When is the best time of year to see the monarchs?
You can begin to see monarchs cluster in Central Coast overwintering sites beginning in November. The monarch population peaks in size at the end of November to early December. Monarch mating season is in February around Valentine's day. The monarchs leave the California Central Coast around late February to the beginning of March.
The Museum's monarch gallery is open year-round. Highlights of this exhibition include real specimens, amazing videos, vintage artifacts, a "cabinet of curiosities," and multiple hands-on opportunities--all wrapped in the most up-to-date scientific knowledge and artistic presentation.
Where can I view monarchs in Monterey County? How much does it cost and is it ADA accessible?
Pacific Grove has one of the largest monarch overwintering sites in America and the largest population of overwintering monarchs in Monterey County for public viewing. Pacific Grove is a minute drive from the Monterey Bay Aquarium and minutes from Carmel-by-the-Sea.
The Monarch Sanctuary is located at 250 Ridge Road off of Lighthouse Avenue in beautiful downtown historic Pacific Grove and just 10 blocks from the Museum. Parking on Ridge Road is free. The sanctuary is maybe one block from the parking and it is ADA accessible.
There are many trees in overwintering sites and when clustered high in the trees, monarchs can look like dead leaves and most untrained eyes will be unable to find them.
Museum docents are present everyday in Pacific Grove's Monarch Butterfly Sanctuary from Nov to Feb from 12-3, weather permitting. Our docents significantly enhance your viewing experience with viewing scopes and their ability to answer your questions. Our docents are present from 12-3 because this is the warmest time of day and you will see both clustering behavior and monarchs flying around. It's beautiful.
The sanctuary is a Pacific Grove municipal park and is freely open from sunrise to sunset. There is no admission fee. Donations to support the Museum monarch education and the monarch docent programs are deeply appreciated.
When is the best time of day to see the monarchs?
Monarchs can't fly when the temperature is below 55 degrees so if you visit in the morning when the temperature is cold, you may not be able to find them. There are many trees in overwintering sites and when clustered high in the trees, monarchs can look like dead leaves and most untrained eyes will be unable to find them.
Museum docents are present everyday in Pacific Grove's Monarch Sanctuary from Nov to Feb from 12-3 (weather permitting). Our docents significantly enhance your viewing experience with viewing scopes and their ability to answer your questions. Our docents are present from 12-3 because this is the warmest time of day and you will see both clustering behavior and monarchs flying around. It's beautiful.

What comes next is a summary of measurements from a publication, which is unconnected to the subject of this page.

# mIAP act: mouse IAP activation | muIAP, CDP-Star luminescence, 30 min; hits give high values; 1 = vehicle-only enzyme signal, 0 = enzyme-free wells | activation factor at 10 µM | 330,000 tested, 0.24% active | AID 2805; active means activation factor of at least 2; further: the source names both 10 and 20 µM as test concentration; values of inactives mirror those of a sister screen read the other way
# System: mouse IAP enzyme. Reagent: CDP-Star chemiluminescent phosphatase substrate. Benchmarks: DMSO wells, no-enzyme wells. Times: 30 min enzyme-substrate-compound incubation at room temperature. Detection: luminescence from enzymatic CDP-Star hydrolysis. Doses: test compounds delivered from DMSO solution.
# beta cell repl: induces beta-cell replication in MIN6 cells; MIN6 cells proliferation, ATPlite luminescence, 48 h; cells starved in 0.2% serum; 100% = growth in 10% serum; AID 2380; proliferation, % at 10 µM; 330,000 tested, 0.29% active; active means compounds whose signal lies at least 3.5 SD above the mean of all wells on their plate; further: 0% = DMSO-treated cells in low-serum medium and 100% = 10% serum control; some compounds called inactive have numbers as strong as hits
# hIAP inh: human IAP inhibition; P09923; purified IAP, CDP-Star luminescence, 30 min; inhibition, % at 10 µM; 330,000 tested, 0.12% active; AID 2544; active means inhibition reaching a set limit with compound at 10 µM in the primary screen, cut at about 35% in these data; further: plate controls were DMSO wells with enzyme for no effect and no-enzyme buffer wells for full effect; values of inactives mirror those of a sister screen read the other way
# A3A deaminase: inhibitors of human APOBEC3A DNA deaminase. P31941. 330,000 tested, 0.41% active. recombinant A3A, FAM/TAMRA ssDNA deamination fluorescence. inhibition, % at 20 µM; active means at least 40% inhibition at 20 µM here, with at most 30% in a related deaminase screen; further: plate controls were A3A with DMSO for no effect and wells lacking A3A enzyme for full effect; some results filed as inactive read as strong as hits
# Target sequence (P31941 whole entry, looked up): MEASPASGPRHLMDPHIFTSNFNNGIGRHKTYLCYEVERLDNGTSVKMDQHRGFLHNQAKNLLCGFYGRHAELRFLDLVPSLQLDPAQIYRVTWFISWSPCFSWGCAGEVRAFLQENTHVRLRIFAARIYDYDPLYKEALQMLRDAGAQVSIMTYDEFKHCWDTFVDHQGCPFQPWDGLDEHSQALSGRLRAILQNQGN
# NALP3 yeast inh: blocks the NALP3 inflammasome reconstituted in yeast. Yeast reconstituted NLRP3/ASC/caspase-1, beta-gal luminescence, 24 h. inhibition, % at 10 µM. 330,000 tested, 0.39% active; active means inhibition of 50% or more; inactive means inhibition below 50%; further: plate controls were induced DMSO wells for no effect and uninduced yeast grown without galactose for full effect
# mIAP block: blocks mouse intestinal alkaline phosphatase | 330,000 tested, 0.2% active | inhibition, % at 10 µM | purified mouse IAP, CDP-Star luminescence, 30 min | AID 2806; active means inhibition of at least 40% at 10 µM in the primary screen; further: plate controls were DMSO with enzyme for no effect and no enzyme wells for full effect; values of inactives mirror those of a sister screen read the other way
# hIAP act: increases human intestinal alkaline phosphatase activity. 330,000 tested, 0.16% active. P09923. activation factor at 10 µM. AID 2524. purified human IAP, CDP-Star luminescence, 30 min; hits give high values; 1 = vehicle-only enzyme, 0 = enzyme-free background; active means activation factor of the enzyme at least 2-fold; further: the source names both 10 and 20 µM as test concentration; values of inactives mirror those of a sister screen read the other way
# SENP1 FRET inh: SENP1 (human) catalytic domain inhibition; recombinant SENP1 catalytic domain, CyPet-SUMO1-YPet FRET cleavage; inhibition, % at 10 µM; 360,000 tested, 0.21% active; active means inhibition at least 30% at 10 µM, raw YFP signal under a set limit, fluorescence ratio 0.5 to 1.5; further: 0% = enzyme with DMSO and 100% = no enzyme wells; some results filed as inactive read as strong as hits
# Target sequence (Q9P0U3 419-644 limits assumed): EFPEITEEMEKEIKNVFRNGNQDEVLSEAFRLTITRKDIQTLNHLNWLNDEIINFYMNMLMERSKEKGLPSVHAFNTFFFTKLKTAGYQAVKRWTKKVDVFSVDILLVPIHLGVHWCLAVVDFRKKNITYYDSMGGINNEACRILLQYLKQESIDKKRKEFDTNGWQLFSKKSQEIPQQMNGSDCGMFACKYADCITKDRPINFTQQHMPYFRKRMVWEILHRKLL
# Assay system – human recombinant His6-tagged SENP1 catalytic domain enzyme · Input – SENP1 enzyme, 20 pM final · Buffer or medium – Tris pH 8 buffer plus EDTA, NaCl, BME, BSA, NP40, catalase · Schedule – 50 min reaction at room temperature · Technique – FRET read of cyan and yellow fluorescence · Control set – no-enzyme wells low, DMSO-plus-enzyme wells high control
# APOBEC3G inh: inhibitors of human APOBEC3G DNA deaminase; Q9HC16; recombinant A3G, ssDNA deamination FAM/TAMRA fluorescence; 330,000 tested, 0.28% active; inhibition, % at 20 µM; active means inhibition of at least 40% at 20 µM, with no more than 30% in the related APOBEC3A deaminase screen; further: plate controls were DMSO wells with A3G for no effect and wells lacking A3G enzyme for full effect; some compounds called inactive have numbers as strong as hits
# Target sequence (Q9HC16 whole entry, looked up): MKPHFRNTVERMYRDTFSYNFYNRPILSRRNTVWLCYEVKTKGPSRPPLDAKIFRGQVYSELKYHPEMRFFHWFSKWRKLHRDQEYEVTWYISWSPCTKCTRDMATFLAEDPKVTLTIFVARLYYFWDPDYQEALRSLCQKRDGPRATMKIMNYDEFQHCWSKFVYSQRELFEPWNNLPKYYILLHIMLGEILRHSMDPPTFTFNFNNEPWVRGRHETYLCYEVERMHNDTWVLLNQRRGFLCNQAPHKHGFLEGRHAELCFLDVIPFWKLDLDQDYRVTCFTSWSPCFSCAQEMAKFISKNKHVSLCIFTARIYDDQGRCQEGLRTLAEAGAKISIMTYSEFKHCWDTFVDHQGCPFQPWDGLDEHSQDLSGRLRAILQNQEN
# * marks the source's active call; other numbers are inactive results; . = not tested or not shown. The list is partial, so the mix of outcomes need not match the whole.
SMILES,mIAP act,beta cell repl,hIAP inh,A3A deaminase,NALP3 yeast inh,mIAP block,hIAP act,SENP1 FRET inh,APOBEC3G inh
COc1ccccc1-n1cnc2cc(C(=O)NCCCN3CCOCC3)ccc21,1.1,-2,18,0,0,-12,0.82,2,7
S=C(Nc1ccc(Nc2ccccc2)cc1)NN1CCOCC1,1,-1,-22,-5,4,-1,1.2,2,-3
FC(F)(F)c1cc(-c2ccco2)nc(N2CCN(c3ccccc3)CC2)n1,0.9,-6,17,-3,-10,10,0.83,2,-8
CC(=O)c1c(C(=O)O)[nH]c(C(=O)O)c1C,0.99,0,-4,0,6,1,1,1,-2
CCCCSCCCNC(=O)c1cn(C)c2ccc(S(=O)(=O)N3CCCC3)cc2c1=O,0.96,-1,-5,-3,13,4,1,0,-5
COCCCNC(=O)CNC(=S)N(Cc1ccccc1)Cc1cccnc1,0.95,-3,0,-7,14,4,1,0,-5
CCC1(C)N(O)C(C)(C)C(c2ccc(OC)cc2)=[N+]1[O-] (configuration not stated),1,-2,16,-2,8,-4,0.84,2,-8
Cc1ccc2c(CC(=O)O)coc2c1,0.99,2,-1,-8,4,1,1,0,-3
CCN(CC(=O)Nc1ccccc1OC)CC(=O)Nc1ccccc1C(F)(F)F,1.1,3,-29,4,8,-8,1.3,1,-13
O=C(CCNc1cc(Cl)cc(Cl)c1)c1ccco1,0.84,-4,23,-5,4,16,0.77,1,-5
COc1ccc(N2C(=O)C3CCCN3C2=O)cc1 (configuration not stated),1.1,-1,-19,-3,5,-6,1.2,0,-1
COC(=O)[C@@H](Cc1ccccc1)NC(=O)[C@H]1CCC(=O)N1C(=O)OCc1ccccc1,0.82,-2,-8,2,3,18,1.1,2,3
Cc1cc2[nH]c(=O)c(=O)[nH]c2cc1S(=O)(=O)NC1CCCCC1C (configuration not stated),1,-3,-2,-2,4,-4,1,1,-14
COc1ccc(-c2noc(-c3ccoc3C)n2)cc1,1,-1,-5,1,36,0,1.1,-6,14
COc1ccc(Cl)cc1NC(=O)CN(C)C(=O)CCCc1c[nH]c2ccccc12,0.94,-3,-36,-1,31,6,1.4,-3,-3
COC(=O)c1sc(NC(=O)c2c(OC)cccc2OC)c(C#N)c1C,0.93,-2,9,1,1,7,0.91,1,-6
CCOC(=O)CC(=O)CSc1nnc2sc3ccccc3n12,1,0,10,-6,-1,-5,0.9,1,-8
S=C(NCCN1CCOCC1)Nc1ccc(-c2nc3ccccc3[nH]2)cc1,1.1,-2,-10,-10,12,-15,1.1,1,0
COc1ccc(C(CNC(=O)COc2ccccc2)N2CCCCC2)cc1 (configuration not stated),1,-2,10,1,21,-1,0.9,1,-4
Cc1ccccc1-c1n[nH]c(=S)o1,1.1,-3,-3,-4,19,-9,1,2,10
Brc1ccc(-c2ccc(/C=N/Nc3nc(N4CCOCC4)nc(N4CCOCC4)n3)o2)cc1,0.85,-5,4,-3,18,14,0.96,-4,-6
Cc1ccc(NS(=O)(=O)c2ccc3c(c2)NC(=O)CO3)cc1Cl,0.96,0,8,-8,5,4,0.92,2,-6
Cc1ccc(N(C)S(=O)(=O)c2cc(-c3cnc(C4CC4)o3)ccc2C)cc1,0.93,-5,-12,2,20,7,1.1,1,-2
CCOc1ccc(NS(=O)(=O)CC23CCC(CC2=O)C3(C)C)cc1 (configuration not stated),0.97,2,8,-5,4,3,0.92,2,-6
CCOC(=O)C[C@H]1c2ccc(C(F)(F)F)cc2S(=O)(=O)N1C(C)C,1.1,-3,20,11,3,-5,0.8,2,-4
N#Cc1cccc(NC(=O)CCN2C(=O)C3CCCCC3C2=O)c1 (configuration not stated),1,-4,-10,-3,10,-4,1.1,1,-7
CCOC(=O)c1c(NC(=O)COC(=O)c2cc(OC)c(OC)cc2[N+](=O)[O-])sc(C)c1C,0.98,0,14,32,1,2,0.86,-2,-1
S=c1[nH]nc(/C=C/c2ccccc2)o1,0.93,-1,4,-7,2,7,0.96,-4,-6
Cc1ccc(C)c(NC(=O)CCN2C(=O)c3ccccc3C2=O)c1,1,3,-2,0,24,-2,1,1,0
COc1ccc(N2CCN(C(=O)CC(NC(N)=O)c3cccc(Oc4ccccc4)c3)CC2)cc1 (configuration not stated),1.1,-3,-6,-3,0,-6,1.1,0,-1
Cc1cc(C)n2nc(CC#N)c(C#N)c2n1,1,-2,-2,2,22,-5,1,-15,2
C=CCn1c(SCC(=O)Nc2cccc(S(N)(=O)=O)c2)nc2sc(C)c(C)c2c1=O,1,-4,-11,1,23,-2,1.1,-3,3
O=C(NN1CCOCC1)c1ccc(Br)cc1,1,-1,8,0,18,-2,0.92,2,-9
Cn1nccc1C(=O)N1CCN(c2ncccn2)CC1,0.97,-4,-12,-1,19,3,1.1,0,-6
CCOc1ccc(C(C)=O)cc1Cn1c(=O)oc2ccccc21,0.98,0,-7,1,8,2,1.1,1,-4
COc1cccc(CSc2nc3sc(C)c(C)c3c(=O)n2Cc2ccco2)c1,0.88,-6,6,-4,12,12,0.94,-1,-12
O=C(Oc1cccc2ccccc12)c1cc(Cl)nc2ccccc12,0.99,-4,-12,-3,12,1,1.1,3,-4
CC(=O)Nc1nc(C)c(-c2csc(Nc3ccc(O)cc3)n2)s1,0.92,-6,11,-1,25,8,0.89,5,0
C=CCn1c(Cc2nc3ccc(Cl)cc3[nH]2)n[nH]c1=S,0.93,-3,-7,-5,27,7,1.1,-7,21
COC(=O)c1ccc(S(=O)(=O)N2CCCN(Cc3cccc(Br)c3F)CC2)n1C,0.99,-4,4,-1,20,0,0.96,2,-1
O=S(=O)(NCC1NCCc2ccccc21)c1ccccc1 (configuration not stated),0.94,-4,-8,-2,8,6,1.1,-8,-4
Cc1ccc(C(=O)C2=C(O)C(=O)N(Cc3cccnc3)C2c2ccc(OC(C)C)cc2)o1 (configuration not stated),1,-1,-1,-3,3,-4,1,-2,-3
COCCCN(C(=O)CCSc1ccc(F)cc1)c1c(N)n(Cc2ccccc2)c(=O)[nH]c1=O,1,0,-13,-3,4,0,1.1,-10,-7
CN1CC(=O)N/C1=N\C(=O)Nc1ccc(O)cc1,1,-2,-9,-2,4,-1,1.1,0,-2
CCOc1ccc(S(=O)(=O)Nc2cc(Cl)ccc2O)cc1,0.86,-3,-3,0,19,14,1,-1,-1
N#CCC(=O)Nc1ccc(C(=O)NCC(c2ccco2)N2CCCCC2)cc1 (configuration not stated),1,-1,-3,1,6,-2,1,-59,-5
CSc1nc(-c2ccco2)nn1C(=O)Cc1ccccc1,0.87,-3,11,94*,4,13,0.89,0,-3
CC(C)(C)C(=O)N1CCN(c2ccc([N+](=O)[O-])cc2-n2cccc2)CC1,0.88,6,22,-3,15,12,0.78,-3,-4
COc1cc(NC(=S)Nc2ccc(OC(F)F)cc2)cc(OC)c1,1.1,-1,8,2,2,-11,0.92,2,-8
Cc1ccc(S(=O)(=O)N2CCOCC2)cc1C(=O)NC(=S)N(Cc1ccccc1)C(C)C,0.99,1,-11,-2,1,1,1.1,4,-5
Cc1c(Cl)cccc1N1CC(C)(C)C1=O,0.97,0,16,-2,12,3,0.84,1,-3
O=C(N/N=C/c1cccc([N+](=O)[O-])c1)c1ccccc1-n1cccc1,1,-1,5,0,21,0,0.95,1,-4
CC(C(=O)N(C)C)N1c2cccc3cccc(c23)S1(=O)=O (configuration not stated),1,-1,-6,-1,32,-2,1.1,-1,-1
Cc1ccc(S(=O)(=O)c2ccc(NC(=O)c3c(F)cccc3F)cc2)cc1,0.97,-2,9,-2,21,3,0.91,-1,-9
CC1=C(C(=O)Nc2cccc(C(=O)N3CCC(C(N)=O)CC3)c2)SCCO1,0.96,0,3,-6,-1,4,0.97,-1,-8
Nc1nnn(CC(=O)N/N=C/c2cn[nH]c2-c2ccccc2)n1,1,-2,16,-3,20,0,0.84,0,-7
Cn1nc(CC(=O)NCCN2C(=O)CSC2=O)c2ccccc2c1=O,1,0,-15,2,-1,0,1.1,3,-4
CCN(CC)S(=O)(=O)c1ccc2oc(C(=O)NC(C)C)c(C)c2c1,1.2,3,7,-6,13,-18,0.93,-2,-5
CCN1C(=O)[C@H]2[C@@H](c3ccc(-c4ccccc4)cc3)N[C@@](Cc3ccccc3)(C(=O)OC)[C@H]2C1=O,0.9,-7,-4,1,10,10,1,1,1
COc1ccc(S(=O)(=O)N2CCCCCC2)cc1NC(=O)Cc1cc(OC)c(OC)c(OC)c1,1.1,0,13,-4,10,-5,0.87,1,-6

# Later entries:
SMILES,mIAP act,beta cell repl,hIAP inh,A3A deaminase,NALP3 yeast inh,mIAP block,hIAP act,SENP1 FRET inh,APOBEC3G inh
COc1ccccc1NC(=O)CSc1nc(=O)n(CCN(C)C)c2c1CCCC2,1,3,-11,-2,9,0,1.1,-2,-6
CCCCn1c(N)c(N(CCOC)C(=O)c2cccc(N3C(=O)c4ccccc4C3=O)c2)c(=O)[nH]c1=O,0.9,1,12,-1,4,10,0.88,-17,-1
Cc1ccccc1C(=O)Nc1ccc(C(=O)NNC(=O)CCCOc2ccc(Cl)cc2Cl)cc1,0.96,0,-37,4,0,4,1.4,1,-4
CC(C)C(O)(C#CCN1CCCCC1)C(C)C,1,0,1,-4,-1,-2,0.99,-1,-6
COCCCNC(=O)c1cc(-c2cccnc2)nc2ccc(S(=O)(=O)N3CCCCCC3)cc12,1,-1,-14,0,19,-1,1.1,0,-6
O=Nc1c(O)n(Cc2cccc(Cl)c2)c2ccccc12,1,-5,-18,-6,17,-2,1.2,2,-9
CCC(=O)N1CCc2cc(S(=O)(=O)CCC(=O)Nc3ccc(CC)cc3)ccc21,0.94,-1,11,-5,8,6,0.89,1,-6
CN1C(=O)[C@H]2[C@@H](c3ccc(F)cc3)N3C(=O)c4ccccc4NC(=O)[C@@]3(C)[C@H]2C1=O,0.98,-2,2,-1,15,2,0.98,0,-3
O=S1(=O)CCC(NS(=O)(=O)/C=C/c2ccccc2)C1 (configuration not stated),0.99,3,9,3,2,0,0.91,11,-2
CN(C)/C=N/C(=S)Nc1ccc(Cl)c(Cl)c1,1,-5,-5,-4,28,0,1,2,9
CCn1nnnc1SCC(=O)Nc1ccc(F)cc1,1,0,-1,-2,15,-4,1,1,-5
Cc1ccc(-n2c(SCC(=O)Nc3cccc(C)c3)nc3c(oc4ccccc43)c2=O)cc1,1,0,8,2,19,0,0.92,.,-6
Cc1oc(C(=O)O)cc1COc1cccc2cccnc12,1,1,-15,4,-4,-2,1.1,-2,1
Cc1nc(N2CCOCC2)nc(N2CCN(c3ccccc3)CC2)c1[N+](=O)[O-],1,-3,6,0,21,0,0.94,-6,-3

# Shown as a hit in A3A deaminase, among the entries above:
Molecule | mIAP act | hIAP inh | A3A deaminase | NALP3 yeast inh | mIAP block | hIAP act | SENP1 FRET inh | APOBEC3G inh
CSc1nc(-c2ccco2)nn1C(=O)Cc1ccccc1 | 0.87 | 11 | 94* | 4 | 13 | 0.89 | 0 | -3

Monarch viewing etiquette
Please take note of monarch viewing etiquette for the betterment of the monarchs, sanctuary neighbors, and the other people enjoying the sanctuary.
Please stay on the paths. Monarchs often drink their water from the fog dew left on the ground. You could step on a monarch and never know it.
Dogs are not allowed in the Monarch Grove Sanctuary. (City ordinance 14.8.030)
Please be quiet out of respect to those living in neighboring houses, staying in hotel rooms around the sanctuary, and enjoying their own monarch viewing experience.
Do not touch or pick up the monarchs. The Pacific Grove Police Department continues to enforce strict regulations that prohibit the "molestation of butterflies." The fine? $1,000.
Be careful around newly planted trees, flowers, and shrubs. The City of Pacific Grove manages the sanctuary grounds and often has new plantings to strengthen the habitat.
Leave only footprints on the paths; take away only photographs and great memories!
What's the first thing that a monarch does when it emerges from its chrysalis?
When ready, the monarch chrysalis splits open along several joints, and the Monarch butterfly carefully emerges. Its wings are still folded and crumpled from confinement in the chrysalis, so the butterfly must pump fluid from its body into the wings, expanding them quickly to full size. The monarch must also assemble its proboscis, a straw-like tongue by which the monarch drinks nectar, which is in two pieces when it first emerges from the chrysalis. A female monarch has approximately 6 weeks to seek out nectar, mate, and lay eggs before she dies.